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10 Getaway Ground Rules


Summer is coming, and you and your honey are getting on so well, you’ve decided to take a trip together. Here, tips for acing it.

By Kimberly Dawn Neumann

hhh…that first escape as a duo. It’s definitely a relationship marker, but along with their bags, many people also pack a hefty dose of expectation, uncertainty and what-does-this-mean worry. “A first trip together is a real milestone,” says Dan Neuharth, Ph.D, a relationship therapist in private practice in California and author of Secrets We Keep From Ourselves. “Keep in mind though that while handling the first trip well can enhance both of your lives, bungling it can torpedo an otherwise good relationship.” So how can you make sure you end up in the former category (i.e. awesome memories)? Keep these getaway guidelines in mind and you’ll be on your way to a successful relation-trip.

Rule #1: Choose your destination wisely
You’ve heard it before, but location, location, location! When it comes to that first trip together, you really need to put some thought into the where of it. Don’t
The key to vacation success? Learn to roll with changes…
acquiesce or pretend you’d enjoy a destination you’d hate just to please your partner. Your collective goals should determine not only where you end up but also what kind of place you stay. Fail to discuss this ahead of time and you may both be disappointed before you even board the plane! “Do you want an active go-do-see trip or a kickback sit-by-the-pool vacation?” says Neuharth. “If you’re not on the same page, compromise.” Susan Knorrenborg, 30, of New York, NY, definitely found partnered-up vacation success this way. “My new boyfriend just loved skiing, which terrifies me. We solved the problem by finding a resort that had a spa. I spent all day enjoying the treatments. He spent all day enjoying the slopes. And we had dinnertime onward to enjoy each other’s company.”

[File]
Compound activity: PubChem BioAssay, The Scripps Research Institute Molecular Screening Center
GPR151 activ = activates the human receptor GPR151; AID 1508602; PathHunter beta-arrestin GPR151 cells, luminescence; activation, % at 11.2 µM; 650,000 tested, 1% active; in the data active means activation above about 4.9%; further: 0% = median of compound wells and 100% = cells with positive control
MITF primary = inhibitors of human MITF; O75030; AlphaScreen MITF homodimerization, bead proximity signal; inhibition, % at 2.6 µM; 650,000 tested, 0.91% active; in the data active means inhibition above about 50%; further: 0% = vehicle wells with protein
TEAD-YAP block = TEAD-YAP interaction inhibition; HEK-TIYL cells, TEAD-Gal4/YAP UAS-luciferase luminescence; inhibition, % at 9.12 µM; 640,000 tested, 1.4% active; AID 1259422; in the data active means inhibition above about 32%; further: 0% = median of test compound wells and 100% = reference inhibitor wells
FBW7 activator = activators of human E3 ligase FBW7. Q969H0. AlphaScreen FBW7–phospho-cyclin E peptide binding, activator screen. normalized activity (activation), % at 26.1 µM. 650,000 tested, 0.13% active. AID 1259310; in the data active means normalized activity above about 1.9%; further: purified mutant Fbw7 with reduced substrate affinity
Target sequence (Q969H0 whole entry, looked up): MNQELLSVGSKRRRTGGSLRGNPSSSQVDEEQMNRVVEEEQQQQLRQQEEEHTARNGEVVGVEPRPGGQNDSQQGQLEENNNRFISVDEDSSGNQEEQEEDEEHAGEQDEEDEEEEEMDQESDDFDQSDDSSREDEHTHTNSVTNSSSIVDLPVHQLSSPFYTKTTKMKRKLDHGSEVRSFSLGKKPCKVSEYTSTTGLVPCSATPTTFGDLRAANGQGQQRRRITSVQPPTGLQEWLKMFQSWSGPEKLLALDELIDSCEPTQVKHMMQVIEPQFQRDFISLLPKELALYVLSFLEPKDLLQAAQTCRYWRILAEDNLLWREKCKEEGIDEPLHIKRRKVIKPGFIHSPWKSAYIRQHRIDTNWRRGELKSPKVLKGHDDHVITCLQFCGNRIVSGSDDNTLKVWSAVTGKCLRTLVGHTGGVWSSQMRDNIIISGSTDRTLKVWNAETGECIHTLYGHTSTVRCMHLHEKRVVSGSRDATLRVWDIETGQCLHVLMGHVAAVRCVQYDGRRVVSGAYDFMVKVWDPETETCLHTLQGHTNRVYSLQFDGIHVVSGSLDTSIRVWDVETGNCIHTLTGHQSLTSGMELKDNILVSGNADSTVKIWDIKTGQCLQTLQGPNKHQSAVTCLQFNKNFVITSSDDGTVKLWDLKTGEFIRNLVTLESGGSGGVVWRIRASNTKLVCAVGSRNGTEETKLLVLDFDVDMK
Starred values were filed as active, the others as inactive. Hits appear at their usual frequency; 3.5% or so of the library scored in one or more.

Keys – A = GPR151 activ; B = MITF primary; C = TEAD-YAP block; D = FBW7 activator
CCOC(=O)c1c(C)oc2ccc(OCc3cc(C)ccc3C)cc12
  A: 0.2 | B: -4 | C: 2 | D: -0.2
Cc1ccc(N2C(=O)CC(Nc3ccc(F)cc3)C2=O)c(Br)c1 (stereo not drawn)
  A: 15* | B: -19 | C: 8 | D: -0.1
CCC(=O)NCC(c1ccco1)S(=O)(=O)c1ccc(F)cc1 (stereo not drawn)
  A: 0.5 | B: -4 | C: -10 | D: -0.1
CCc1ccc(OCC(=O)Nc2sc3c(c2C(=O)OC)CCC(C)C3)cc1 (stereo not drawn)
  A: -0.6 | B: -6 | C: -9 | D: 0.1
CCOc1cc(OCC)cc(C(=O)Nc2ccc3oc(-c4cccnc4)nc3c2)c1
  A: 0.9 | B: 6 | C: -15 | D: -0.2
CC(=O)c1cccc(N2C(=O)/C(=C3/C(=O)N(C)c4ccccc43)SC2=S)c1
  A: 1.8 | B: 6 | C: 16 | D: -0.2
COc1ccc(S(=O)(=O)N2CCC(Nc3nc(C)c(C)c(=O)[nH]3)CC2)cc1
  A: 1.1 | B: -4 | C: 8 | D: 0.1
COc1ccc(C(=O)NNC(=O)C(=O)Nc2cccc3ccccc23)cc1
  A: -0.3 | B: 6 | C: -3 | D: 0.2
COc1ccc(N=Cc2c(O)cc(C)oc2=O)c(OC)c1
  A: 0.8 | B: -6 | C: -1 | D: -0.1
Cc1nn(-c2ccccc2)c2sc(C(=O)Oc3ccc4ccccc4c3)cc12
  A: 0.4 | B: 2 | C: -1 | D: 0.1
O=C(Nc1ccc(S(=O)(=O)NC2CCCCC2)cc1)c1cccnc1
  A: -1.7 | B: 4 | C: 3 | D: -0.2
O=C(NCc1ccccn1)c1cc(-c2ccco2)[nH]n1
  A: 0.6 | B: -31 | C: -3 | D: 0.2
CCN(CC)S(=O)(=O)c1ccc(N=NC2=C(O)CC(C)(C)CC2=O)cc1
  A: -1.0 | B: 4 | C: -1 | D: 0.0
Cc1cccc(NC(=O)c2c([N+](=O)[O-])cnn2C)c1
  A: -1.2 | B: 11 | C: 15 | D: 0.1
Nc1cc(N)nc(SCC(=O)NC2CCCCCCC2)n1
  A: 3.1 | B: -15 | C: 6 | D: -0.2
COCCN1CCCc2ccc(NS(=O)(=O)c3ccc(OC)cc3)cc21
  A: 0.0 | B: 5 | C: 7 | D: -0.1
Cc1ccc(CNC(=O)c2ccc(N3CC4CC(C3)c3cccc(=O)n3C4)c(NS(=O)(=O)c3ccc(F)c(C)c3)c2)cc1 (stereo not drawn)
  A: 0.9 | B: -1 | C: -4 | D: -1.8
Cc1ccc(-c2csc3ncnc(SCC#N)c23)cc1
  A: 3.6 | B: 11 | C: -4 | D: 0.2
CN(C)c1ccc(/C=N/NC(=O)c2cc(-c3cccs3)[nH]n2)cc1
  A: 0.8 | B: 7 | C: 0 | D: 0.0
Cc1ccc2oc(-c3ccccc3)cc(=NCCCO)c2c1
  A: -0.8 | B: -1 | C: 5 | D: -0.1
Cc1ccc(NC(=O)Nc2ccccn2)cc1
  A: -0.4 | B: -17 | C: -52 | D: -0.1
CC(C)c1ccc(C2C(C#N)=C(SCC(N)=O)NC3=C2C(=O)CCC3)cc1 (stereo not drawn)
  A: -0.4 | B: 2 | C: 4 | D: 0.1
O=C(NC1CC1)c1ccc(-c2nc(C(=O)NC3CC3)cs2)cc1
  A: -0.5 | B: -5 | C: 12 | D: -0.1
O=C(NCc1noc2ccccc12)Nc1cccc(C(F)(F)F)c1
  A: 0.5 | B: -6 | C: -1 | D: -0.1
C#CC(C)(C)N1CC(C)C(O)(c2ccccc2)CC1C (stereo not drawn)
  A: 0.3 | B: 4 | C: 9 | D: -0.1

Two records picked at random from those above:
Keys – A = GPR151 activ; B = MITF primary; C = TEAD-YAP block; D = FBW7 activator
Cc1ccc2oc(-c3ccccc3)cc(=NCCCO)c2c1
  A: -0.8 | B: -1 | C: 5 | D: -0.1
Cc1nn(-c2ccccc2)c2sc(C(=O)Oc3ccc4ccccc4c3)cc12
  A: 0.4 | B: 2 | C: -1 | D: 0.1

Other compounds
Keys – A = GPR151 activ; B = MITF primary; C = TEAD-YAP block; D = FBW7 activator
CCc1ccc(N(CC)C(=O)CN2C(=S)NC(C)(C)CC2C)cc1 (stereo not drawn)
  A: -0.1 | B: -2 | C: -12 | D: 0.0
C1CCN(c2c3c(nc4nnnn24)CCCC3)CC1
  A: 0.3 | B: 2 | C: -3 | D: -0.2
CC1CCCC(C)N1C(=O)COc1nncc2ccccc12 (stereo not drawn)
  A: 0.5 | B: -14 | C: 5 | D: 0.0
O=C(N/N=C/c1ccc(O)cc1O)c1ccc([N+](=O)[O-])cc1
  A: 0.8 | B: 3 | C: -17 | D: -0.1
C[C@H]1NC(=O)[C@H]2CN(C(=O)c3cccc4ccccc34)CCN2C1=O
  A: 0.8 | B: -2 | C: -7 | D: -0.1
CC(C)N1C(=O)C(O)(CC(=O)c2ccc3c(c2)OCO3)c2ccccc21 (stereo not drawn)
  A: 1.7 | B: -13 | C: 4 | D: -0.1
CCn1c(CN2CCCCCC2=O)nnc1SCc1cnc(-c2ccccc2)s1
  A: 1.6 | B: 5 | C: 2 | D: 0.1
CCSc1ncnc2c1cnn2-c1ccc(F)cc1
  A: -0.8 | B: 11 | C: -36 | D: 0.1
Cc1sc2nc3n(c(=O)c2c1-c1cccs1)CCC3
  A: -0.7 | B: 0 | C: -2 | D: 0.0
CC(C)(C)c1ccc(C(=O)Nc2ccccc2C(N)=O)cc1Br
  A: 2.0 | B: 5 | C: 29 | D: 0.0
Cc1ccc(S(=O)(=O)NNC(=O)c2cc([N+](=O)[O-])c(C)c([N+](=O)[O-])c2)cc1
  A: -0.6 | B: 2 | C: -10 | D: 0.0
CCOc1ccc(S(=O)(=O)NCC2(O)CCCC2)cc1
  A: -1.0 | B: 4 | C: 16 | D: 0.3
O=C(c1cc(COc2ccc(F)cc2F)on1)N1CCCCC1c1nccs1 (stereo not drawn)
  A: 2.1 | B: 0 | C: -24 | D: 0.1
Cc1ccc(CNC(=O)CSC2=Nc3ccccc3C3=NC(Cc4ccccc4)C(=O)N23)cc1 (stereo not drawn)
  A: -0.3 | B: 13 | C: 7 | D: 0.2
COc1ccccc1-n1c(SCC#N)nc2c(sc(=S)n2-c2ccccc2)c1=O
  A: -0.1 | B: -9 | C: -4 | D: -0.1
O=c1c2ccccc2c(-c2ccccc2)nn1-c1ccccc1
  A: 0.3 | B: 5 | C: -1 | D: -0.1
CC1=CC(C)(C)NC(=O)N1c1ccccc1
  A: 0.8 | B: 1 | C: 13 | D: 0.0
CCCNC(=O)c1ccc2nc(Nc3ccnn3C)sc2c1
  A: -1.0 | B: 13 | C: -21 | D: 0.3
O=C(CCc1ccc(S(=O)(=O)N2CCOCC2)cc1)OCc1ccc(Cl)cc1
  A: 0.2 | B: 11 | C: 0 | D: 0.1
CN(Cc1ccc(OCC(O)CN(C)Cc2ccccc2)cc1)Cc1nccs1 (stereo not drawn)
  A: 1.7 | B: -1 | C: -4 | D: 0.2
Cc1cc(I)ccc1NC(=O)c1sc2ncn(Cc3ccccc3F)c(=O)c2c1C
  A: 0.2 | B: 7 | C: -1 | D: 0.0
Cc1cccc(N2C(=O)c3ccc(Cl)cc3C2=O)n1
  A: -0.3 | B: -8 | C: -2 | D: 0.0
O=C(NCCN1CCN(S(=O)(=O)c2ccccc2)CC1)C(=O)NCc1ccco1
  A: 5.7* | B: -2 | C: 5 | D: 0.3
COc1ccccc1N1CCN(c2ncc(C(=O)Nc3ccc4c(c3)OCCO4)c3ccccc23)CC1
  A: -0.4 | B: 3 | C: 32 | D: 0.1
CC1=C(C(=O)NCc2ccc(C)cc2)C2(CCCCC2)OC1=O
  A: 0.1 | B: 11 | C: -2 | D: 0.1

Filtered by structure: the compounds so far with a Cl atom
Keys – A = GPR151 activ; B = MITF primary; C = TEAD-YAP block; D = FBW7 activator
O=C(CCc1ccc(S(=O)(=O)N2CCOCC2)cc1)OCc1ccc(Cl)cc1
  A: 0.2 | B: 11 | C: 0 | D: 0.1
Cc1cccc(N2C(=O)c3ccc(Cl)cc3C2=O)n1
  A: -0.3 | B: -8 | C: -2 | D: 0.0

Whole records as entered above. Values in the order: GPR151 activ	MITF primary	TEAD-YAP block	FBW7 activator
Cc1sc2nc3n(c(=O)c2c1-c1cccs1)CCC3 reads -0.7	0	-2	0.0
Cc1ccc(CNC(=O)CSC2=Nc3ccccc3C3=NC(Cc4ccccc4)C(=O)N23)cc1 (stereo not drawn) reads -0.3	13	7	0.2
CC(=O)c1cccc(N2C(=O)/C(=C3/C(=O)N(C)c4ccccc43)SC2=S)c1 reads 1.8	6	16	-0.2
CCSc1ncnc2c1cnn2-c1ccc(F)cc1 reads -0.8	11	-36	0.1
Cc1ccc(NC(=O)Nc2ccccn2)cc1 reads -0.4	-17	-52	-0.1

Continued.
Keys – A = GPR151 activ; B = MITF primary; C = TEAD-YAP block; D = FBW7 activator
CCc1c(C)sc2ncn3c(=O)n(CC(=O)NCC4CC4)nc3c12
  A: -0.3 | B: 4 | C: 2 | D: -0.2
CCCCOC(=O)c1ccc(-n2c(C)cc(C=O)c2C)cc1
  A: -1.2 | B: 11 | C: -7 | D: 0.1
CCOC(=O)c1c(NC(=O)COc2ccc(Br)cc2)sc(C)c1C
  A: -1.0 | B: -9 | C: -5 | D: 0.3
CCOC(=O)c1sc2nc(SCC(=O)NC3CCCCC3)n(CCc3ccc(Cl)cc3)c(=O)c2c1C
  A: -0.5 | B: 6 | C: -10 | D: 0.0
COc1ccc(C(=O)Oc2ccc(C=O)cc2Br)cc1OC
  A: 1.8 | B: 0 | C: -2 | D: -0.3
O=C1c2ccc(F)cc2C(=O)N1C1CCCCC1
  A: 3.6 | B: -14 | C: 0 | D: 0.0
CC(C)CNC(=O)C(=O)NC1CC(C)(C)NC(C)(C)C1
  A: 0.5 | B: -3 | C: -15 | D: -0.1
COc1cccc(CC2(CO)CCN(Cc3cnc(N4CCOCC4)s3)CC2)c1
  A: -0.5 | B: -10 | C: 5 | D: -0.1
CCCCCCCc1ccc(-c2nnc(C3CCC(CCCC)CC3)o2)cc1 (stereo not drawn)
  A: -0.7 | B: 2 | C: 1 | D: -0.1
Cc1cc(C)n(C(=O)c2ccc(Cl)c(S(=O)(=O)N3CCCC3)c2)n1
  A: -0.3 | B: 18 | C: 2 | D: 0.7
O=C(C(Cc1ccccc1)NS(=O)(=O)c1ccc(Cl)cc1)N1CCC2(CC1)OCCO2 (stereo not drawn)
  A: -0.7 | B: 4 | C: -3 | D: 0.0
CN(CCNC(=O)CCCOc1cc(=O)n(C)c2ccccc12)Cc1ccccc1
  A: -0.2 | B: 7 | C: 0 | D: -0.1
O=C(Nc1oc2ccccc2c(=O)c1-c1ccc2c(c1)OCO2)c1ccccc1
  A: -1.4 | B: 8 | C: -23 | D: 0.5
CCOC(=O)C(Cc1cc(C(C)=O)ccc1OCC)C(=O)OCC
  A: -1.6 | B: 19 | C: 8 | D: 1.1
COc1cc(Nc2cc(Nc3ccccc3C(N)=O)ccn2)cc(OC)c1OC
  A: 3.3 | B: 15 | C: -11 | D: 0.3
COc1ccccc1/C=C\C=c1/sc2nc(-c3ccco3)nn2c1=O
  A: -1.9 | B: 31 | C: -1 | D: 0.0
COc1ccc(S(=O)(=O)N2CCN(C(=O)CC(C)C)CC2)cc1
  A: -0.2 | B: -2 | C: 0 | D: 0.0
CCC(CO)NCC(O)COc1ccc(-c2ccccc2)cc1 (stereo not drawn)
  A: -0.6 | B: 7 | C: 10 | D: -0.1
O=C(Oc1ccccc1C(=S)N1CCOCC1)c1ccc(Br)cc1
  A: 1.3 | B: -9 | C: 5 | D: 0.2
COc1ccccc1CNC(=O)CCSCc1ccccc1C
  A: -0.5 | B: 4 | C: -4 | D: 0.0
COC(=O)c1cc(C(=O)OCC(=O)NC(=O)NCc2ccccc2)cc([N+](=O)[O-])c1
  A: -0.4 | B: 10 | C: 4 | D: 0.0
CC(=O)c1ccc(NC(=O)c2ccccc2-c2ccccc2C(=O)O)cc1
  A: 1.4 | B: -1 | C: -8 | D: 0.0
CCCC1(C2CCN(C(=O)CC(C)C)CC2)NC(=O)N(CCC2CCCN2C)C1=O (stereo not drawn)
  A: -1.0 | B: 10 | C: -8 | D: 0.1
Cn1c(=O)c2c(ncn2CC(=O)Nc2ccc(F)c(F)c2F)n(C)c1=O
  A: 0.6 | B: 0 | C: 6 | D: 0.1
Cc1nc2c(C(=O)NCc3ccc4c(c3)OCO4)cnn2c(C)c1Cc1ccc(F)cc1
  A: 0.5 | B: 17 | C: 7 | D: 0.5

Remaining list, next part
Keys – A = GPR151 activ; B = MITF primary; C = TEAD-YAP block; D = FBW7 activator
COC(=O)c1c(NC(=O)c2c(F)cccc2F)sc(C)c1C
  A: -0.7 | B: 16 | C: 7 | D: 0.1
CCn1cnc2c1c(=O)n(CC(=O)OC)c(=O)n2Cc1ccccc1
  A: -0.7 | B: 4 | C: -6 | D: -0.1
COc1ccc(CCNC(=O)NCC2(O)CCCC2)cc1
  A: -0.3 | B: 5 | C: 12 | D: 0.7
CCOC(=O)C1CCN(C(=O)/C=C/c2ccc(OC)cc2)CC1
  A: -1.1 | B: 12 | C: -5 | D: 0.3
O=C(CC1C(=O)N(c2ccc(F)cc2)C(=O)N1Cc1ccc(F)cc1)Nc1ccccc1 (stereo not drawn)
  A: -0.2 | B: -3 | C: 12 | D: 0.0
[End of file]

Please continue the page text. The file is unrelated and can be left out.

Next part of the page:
Rule #2: Consider the financial
Call this the “funds factor.” Who is paying for the trip? Are you treating? Is your new amour paying? Are you splitting the bill? These questions should be discussed before booking a vacay. If there is a big disparity between your incomes, you don’t want the person making less to feel pressured to go beyond his or her fiscal means. At the same time, neither party should feel like they “owe” the other person something. “If one person is paying for the trip or paying a greater share, discuss how both of you feel about that and why you are doing it that way,” suggests Neuharth. “Make sure there is no hidden agenda or price-tag attached for either party.”

Rule #3: Establish a good getaway length